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Buddhism for Everyone with JoAnn Fox

Jan 18, 2020

What if we could tune our body and mind, like a fine instrument, to peacefulness? What if we could be calm, relaxed and peaceful all the time? In this episode we return to a simple, effective mindfulness practice to de-stress. We also try to strengthen our motivation to become a peaceful person beyond ourselves alone. 


Mindfulness Practice to De-stress 


  1. Aspire to become a calm and peaceful person, even in challenging situations.
  2. Try to be mindful of whether you’re feeling calm and when you start to become tense.
  3. Calm yourself. When you start to feel tension or stress, turn toward calming yourself—rather than doing anything to affect the situation. This is vital.
  4. When you notice tension and stress, start breathing deeply from the diaphragm, feeling your stomach expand. Or, if possible, close your eyes and begin a brief breathing meditation (see below). 
  5. Breathe deeply and say to yourself “calm” “relaxed”. Try to tune your body to these feelings...calm...relaxed. 
  6. Continue this Diaphragmatic breathing or a breathing meditation until you feel relaxed. This might take only a minute or it might take much longer.
  7. Remember the world is empty and dreamlike.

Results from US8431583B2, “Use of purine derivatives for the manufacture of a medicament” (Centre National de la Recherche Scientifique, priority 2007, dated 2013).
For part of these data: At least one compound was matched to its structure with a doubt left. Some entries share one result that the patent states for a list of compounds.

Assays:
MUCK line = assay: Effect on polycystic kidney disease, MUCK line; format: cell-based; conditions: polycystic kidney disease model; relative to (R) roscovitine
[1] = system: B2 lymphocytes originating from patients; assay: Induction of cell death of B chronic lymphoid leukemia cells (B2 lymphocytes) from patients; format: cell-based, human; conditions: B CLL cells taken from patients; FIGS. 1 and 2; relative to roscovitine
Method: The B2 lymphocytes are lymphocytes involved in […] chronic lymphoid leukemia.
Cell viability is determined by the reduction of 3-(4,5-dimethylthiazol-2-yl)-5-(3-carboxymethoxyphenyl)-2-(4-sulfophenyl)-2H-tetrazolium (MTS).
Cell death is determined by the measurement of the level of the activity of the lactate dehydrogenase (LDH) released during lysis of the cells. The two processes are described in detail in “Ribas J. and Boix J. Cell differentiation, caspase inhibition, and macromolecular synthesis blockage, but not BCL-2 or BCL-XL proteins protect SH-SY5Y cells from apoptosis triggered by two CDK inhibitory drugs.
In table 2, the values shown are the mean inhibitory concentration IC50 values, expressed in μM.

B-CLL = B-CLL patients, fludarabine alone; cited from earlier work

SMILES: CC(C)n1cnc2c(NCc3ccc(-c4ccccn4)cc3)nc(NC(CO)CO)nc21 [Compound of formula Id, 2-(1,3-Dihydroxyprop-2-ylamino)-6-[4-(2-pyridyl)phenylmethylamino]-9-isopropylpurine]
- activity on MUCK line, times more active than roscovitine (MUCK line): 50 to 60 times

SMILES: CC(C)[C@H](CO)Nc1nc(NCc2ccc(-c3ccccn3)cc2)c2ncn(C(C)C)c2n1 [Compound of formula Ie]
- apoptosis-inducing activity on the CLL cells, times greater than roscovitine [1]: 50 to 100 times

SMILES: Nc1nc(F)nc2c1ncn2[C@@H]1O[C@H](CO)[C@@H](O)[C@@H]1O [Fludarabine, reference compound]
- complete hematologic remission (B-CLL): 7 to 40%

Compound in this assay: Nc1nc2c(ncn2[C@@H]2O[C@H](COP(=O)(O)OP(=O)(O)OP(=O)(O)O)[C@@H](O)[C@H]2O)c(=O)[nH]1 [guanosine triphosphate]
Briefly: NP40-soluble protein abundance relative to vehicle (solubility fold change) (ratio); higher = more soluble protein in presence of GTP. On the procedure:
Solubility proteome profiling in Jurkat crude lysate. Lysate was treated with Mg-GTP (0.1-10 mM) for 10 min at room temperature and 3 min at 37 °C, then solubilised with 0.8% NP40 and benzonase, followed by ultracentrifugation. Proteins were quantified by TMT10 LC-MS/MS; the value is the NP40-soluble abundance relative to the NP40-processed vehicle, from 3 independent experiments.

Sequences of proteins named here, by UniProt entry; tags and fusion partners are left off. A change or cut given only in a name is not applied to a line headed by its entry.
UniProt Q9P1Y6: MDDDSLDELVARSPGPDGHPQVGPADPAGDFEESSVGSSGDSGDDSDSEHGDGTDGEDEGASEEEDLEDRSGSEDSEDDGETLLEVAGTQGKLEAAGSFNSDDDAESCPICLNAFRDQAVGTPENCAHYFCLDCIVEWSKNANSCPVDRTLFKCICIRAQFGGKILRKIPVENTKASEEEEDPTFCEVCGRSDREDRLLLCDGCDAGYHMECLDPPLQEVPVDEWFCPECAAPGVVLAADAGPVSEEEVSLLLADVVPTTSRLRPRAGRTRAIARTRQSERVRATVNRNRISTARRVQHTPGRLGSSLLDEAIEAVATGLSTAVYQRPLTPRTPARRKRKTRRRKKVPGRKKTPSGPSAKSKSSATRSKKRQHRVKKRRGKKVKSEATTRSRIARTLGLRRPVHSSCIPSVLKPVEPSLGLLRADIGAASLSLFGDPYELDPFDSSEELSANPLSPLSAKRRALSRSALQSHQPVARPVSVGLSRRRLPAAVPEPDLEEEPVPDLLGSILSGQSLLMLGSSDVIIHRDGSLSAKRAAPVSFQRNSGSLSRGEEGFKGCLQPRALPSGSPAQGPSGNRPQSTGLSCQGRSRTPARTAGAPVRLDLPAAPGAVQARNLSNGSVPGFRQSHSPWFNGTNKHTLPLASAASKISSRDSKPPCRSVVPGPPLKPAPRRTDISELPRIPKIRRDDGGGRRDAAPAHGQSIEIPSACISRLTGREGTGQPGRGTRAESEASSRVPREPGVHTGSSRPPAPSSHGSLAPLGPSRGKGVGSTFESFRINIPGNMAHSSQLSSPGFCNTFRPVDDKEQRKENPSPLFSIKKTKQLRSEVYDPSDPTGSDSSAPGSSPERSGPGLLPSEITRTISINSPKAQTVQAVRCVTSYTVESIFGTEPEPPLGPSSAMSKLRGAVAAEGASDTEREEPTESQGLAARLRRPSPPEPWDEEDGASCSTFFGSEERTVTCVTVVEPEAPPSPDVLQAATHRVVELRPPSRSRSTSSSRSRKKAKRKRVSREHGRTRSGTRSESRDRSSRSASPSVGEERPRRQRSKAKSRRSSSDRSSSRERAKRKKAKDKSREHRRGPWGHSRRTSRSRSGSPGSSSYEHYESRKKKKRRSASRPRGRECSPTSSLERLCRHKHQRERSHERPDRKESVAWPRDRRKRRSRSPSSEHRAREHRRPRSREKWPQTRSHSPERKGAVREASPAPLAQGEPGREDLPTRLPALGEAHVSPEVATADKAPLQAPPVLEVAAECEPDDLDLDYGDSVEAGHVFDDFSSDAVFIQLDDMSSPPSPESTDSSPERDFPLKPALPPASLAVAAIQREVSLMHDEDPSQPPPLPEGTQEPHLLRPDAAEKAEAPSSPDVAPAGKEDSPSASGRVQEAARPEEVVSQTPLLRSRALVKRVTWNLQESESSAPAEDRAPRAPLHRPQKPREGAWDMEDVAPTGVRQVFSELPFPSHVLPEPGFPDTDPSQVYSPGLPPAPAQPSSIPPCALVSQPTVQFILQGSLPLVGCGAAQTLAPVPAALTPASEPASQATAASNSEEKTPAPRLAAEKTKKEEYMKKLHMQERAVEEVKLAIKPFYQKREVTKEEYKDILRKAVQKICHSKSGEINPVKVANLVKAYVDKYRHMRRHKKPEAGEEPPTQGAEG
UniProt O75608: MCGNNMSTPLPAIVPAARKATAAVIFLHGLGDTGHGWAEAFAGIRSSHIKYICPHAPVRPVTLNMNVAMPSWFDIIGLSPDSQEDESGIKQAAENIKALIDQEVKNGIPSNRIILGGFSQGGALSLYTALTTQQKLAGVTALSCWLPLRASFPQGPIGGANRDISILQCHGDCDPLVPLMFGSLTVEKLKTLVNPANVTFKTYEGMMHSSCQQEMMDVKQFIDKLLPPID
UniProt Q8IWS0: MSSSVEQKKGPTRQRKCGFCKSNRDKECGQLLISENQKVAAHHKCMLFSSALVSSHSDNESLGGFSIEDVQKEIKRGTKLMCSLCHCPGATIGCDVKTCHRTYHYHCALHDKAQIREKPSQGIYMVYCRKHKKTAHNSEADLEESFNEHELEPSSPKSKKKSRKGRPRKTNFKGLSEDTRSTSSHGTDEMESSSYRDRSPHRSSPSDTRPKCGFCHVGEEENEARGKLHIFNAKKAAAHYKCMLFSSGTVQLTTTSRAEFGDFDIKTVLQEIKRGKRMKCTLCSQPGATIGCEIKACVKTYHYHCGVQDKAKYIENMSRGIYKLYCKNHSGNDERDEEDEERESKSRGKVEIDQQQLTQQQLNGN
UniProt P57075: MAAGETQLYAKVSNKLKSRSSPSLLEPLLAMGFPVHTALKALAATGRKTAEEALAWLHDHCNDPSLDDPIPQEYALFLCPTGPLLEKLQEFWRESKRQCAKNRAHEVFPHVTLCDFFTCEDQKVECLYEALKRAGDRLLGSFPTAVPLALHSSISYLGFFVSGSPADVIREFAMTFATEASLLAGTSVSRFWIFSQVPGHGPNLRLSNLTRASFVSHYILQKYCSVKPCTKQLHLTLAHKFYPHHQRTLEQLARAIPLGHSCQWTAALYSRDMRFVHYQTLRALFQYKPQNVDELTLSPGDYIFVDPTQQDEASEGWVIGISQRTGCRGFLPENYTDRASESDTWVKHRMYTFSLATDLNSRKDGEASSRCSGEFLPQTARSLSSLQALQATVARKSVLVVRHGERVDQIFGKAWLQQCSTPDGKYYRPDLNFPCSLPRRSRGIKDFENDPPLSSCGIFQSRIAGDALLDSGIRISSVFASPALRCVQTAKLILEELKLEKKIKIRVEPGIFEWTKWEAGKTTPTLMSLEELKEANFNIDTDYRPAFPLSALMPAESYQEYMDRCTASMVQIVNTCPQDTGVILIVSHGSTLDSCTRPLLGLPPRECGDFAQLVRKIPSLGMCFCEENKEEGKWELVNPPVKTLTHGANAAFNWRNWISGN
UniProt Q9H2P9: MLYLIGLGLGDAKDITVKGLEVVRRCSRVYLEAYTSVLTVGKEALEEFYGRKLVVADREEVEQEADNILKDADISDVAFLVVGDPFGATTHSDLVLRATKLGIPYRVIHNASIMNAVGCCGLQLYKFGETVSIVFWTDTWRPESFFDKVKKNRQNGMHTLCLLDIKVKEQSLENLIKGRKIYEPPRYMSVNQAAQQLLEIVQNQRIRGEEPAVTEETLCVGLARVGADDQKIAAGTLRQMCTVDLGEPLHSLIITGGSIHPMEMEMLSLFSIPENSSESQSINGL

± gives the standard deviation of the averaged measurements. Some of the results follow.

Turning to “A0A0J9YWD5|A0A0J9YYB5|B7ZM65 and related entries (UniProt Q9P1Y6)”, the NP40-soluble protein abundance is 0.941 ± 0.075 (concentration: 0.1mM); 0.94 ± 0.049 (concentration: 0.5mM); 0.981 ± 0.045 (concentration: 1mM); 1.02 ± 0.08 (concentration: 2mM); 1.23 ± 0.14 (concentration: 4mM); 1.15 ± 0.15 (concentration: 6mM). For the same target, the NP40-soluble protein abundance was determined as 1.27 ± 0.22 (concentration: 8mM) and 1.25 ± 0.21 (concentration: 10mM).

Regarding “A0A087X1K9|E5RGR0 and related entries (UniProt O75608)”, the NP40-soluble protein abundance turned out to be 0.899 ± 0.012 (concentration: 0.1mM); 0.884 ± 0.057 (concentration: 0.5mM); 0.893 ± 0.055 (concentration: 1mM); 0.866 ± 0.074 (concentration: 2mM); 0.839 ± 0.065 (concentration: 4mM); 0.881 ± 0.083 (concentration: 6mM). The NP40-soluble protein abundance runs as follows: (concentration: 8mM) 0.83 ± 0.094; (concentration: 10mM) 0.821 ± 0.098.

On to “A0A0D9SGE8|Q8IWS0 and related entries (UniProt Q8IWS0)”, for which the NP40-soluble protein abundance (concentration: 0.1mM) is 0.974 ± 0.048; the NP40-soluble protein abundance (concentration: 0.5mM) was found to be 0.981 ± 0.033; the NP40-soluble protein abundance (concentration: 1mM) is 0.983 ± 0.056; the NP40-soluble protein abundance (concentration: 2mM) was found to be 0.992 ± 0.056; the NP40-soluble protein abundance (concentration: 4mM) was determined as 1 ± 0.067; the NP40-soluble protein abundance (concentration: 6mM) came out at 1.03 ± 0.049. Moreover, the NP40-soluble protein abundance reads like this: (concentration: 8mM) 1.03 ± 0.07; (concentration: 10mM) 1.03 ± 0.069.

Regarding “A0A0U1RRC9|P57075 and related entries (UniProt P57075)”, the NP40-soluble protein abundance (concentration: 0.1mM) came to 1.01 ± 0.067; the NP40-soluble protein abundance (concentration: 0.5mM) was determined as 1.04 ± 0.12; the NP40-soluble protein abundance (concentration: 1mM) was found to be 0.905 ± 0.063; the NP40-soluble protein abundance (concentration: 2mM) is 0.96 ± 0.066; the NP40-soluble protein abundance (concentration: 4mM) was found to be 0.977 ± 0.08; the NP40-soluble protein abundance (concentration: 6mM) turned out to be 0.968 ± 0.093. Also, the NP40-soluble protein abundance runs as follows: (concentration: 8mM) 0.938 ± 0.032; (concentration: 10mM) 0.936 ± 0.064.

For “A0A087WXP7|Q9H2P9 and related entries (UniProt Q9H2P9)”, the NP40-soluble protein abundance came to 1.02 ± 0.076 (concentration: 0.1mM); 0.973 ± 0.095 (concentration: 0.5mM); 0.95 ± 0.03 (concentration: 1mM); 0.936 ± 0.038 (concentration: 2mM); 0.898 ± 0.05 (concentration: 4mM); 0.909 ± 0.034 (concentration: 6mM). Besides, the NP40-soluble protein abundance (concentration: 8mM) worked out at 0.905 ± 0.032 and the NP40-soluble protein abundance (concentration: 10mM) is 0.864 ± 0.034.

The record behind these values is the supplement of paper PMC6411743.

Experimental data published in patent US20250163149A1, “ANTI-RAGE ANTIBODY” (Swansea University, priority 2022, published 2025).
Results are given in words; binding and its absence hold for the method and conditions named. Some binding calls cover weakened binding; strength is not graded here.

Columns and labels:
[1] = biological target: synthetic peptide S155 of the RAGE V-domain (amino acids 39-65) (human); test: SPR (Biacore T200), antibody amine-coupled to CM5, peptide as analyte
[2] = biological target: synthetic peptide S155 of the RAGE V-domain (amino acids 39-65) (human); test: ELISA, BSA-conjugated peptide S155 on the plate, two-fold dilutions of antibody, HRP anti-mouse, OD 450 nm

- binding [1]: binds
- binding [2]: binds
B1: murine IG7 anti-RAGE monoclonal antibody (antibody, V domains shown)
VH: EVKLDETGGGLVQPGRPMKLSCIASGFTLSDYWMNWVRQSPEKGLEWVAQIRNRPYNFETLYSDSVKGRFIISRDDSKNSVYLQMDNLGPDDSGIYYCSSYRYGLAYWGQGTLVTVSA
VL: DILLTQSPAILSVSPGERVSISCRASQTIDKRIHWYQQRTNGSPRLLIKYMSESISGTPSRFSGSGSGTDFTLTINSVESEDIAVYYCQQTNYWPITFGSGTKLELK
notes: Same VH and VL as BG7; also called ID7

8. Put a little smile on your face. Try to have fun and find joy in things.
  9. Keep trying this mindfulness practice and calming technique whenever you need it. You’ll get better at with practice, and eventually you will be able to tame your mind and be calm all day. 


Relaxing Meditation 


If you find yourself getting stressed—and have time and space for a five minute meditation—this can help you reset your state to calm and relaxed. 


  1. Close your eyes.
  2. Check that you have a nice straight back.
  3. Breathe through nostrils.
  4. You can put your hands in the mudra of meditative equipoise. Place your hands in your lap, the right hand resting in the left, and the thumbs gently touching forming a bridge. 
  5. Breathe deeply from your diaphragm.
  6. Count, starting at one, as you breathe in. 1….2….3….4….5
  7. Count as you exhale, but exhale more slowly as your breathe out. 1….2….3….4….5….6…..7….8…..9….10
  8. You can meditate for only as long as it takes your body and mind to enter a more peaceful state. 
  9. When you arise from your meditation, look at your experiences as a projection of your mind, like a dream. 
  10. Try to stay peaceful. Relax. Enjoy.

Hunger is the foremost illness; 

Saṇkhāras the foremost suffering. 

For one who knows this as it really is, 

Nirvana is the foremost happiness. (203)*




Buddha. The Dhammapada, translated by Gil Fronsdale. (2011). Shambala, pp. 54.